yea i watched that too...  It was totally bogus how she was digging to find someway to list the deomcrats in the scandal category.  the problem is that it is just not as widespread.  This is just one more example of the media trying to be "fair and balanced".  Even though scandal is widespread in the Republican party (deserving most of the attention), it is portrayed as equivalent to some small local scandal with the Democrats.  I am all for fairness, but this is not it!

by phemfrog 2006-05-13 06:38AM | 0 recs
Someone tell me Virgil Goode's seat isn't in play

He's the Democrat from VA-05 who switched to the elephant party in '02 and started voting 96% Republican. There are so many independents in the area that his 65% of the vote kept up during and after the switch. Before Virgil's defection (for a spot on appropriations) and after, Warner and Kaine won the district.

So what do you think happens in a district full of independents, now that the country is going to hell in a handbasket and their representative now has his hand on the wheel? What do you think happened to Virgil Goode's "incumbency advantage" when Mitchell Wade confessed to giving him $88k in illegal campaign contributions while MZM was pursuing a contract which he helped secure? (Virgil is "Representative A" in the Mitchell Wade confession, and on TPMMuckraker's Midterm Muck list.)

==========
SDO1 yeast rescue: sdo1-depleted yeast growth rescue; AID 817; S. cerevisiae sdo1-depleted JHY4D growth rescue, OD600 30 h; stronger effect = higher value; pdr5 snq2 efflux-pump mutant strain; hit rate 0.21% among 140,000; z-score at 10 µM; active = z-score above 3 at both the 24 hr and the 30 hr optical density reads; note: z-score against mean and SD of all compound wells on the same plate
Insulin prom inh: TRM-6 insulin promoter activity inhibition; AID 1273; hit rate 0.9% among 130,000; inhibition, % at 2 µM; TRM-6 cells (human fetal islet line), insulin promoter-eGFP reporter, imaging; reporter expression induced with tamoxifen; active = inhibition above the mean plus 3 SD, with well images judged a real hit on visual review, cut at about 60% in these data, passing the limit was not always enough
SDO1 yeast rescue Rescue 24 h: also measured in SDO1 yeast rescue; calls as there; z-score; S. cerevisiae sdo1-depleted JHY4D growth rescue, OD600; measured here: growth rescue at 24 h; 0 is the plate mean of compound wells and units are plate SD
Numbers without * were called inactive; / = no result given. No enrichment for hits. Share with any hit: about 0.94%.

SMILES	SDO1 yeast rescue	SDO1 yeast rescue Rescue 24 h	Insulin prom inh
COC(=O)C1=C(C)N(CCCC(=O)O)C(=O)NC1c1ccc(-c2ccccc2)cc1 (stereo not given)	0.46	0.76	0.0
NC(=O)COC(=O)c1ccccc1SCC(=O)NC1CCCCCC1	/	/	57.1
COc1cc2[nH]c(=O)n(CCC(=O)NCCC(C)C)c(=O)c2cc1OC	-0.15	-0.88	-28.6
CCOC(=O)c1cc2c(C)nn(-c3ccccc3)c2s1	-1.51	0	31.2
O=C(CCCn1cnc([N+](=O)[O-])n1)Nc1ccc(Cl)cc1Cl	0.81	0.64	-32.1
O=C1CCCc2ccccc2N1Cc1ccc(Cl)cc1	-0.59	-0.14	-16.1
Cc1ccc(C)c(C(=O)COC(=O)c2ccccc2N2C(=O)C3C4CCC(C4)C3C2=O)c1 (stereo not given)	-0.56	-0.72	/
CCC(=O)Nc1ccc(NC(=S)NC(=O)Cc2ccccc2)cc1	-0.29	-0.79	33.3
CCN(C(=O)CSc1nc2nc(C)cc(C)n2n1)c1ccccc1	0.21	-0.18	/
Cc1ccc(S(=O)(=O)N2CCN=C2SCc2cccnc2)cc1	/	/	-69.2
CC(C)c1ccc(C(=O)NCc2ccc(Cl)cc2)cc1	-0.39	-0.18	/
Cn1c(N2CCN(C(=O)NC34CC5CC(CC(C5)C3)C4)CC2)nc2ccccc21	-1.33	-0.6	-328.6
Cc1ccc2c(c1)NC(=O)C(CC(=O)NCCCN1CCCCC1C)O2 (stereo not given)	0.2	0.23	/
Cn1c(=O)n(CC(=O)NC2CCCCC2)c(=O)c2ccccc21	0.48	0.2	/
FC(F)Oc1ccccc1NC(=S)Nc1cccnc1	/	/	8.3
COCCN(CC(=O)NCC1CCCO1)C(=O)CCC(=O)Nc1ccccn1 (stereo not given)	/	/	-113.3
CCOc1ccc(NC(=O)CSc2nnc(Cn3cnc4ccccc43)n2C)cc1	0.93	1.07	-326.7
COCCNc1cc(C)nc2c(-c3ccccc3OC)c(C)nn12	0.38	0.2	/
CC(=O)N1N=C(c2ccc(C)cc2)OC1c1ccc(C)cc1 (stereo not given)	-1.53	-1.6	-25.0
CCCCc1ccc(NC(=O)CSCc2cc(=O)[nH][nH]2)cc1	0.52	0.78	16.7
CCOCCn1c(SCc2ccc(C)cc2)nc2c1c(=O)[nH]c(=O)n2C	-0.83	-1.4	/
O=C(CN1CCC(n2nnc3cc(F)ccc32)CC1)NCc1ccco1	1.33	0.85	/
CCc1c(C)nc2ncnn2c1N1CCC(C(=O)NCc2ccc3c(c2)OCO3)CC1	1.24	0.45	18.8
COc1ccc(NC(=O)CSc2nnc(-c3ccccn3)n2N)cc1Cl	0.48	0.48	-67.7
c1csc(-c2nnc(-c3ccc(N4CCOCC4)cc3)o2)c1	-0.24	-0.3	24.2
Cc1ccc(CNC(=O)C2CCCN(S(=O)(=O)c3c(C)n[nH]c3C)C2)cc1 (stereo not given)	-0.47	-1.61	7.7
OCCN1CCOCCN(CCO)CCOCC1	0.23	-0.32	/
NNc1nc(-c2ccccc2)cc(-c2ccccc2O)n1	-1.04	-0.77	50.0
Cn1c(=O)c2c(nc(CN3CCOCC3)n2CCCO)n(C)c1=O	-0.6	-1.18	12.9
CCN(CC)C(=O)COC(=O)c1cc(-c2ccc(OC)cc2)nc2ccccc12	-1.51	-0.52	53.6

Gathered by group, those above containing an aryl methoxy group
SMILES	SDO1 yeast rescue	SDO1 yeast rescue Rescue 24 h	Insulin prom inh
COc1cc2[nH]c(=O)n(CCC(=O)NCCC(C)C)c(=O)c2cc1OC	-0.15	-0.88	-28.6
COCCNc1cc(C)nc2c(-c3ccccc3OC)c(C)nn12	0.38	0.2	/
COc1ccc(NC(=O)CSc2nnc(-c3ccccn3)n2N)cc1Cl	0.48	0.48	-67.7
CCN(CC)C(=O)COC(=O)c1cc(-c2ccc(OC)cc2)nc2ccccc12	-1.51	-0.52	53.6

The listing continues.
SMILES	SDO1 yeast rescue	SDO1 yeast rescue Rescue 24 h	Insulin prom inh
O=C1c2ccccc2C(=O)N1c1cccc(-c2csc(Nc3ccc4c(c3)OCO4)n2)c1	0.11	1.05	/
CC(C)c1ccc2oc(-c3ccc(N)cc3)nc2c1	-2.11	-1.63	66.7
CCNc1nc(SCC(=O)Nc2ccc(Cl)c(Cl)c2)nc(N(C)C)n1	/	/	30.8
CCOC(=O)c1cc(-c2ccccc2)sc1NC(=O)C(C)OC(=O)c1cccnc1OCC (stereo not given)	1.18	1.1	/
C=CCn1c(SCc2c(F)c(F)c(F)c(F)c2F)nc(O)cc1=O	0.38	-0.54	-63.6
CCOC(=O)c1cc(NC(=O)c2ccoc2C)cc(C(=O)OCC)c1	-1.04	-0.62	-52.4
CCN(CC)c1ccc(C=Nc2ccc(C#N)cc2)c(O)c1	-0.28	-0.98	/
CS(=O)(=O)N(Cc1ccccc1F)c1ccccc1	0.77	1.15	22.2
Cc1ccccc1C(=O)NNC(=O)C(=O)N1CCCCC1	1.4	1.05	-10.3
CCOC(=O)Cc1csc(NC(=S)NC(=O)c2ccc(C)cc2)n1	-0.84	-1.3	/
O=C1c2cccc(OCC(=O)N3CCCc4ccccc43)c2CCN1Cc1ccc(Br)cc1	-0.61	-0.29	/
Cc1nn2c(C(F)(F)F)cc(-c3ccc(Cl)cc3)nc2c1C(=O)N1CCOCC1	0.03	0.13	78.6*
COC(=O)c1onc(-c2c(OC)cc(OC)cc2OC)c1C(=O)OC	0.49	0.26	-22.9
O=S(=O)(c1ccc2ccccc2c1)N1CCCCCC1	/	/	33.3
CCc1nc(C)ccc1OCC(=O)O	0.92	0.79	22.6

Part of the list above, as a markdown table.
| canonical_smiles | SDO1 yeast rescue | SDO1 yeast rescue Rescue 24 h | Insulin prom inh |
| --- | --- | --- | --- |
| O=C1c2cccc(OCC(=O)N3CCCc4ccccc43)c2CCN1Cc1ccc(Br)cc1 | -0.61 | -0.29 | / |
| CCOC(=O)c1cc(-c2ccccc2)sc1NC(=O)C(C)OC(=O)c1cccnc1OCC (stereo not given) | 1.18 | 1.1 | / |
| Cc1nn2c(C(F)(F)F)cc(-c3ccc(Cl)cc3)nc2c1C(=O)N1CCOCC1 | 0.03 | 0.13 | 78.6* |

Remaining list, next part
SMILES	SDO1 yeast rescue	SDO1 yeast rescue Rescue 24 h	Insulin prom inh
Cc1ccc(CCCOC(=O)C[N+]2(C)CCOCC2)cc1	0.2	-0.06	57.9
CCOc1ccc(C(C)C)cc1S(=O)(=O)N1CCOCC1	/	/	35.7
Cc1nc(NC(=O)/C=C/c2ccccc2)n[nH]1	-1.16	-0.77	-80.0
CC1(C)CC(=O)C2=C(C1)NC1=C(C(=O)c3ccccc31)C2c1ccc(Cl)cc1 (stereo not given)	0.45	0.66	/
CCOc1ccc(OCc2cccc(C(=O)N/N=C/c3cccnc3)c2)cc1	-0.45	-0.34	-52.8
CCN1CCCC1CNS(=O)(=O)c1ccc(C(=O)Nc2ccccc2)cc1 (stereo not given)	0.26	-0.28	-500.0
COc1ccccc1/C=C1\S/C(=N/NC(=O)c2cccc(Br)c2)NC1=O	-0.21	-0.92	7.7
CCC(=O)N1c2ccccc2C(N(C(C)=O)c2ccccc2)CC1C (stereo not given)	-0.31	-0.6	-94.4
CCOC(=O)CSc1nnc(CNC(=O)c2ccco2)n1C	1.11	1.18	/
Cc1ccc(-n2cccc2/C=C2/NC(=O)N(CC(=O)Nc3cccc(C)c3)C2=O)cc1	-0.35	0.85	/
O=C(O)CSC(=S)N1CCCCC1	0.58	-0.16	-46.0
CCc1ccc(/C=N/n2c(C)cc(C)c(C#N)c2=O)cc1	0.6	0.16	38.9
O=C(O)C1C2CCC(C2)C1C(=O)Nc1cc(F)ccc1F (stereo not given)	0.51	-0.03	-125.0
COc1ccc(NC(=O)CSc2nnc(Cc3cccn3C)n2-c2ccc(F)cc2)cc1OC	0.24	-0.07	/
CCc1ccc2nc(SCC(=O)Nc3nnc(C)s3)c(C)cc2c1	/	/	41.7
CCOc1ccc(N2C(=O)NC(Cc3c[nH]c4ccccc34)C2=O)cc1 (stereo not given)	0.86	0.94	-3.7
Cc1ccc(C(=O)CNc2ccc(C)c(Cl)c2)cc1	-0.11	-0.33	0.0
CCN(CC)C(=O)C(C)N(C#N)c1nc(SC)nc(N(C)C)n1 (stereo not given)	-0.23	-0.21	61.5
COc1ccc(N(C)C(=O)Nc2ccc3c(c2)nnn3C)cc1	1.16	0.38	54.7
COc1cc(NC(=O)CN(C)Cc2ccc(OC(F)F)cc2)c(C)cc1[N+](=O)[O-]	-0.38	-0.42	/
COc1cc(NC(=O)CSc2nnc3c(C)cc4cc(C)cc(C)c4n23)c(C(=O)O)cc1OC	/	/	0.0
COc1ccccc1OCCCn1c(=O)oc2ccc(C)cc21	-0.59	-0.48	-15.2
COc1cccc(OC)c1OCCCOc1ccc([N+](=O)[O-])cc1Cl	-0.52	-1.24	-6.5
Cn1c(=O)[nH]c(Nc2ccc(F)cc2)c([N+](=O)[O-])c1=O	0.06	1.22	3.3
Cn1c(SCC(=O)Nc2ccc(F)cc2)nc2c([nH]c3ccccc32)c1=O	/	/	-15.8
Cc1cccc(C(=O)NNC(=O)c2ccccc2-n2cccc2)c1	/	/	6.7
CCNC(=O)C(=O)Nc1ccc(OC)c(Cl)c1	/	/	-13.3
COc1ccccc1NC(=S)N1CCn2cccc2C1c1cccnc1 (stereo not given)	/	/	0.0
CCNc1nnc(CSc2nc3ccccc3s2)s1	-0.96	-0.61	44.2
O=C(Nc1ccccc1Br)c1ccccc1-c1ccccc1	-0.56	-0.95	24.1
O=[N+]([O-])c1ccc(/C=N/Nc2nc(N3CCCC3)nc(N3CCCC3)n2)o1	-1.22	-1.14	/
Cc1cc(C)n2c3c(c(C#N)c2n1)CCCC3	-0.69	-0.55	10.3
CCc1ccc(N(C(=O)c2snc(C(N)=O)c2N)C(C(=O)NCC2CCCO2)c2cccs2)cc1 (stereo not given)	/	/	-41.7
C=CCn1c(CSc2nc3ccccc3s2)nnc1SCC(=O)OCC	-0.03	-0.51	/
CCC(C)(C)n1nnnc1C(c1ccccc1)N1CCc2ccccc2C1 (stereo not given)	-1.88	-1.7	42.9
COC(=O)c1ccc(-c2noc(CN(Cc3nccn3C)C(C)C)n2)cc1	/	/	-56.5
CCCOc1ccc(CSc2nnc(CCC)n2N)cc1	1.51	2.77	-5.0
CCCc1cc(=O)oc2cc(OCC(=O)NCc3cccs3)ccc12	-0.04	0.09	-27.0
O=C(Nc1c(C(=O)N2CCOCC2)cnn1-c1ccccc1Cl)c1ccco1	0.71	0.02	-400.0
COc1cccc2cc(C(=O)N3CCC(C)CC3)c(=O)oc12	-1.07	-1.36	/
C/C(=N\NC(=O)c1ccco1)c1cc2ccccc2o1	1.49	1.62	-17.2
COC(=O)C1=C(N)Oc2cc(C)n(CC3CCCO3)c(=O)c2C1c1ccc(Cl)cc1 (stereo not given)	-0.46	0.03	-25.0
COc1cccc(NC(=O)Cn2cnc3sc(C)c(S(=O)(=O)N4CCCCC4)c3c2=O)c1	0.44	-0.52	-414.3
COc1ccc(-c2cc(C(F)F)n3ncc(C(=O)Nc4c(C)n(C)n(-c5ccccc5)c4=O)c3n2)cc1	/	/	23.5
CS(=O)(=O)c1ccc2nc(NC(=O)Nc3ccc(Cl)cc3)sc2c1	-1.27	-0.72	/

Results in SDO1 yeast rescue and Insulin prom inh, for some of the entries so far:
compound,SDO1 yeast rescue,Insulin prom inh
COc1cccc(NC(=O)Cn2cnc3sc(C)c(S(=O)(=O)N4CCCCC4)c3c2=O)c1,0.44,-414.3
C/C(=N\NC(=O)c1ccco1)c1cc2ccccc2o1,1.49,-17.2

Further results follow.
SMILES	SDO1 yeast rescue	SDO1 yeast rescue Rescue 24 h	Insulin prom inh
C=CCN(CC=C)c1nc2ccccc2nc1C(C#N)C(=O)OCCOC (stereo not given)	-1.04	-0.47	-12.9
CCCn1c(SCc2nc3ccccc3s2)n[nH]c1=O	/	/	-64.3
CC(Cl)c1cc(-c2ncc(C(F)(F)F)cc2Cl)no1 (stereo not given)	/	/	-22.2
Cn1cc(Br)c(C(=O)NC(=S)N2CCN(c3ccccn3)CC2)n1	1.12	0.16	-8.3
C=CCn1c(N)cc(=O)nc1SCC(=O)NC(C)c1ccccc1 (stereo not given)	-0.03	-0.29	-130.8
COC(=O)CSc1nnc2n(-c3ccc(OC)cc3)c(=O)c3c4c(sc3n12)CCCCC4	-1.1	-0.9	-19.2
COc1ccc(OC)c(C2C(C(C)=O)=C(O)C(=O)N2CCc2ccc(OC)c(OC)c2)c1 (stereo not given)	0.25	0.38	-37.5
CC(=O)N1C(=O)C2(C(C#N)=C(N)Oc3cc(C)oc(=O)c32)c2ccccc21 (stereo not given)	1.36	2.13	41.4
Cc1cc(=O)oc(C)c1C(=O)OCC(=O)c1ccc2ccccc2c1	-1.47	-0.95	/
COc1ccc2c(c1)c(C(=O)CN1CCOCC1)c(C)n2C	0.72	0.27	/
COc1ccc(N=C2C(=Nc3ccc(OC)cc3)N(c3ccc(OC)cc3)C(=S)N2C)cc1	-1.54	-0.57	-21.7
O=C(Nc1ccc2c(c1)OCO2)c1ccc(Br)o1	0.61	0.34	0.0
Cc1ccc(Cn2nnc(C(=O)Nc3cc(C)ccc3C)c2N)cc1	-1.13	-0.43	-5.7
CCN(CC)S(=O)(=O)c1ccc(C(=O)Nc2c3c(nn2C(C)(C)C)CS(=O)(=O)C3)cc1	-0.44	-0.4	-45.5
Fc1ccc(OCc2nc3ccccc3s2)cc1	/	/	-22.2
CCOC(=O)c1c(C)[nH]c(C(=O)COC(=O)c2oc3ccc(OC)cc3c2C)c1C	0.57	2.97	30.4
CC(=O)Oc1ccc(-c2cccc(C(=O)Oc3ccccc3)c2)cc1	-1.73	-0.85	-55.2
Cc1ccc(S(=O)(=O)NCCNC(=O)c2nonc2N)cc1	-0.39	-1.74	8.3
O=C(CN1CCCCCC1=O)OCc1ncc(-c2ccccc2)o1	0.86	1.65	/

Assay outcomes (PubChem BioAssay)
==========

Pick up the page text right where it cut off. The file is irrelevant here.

The challenger, Al Weed, is a 42 year veteran, a 33 year farmer, and a progressive with an active volunteer base. He ran in 2004, and in a rural district like this where personal contact is difficult and necessary, I think it's a good thing that he ran before, has his name reco up, has already made first-time mistakes, and knows the district really well. He's basically been campaigning for three years -- often with a thinktank he founded to promote switchgrass and healthcare in rural Virginia -- and I think he'll even be helped by the low turnout of a mid-term election. Any way you slice it, this race has "the potential of becoming competitive by election day" as the post said.

Full Disclosure: I'm working for Al Weed this summer, but I didn't post this under the campaign screen name on purpose; I'm looking at this as the 20 y.o. blog reader, and I hope this comment is written that way too.

by msnook 2006-05-12 11:41PM | 0 recs
Re: Someone tell me Virgil Goode's seat isn't in p

I second this. The only thing Virgil has going for him is personality (not that it's my cup of tea...). He's perceived as a good-natured local guy, trusted by local voters. If we can bombard local media with reminders of the incredibly seedy underworld into which he has immersed himself, that can't possibly survive unscathed. He has become the classic Washington wheeler-dealer, consorting with bribers and enjoying illegal kickbacks. I don't care if he does drive a car with 250,000 miles on it (one of the most frequently repeated statements about the guy.)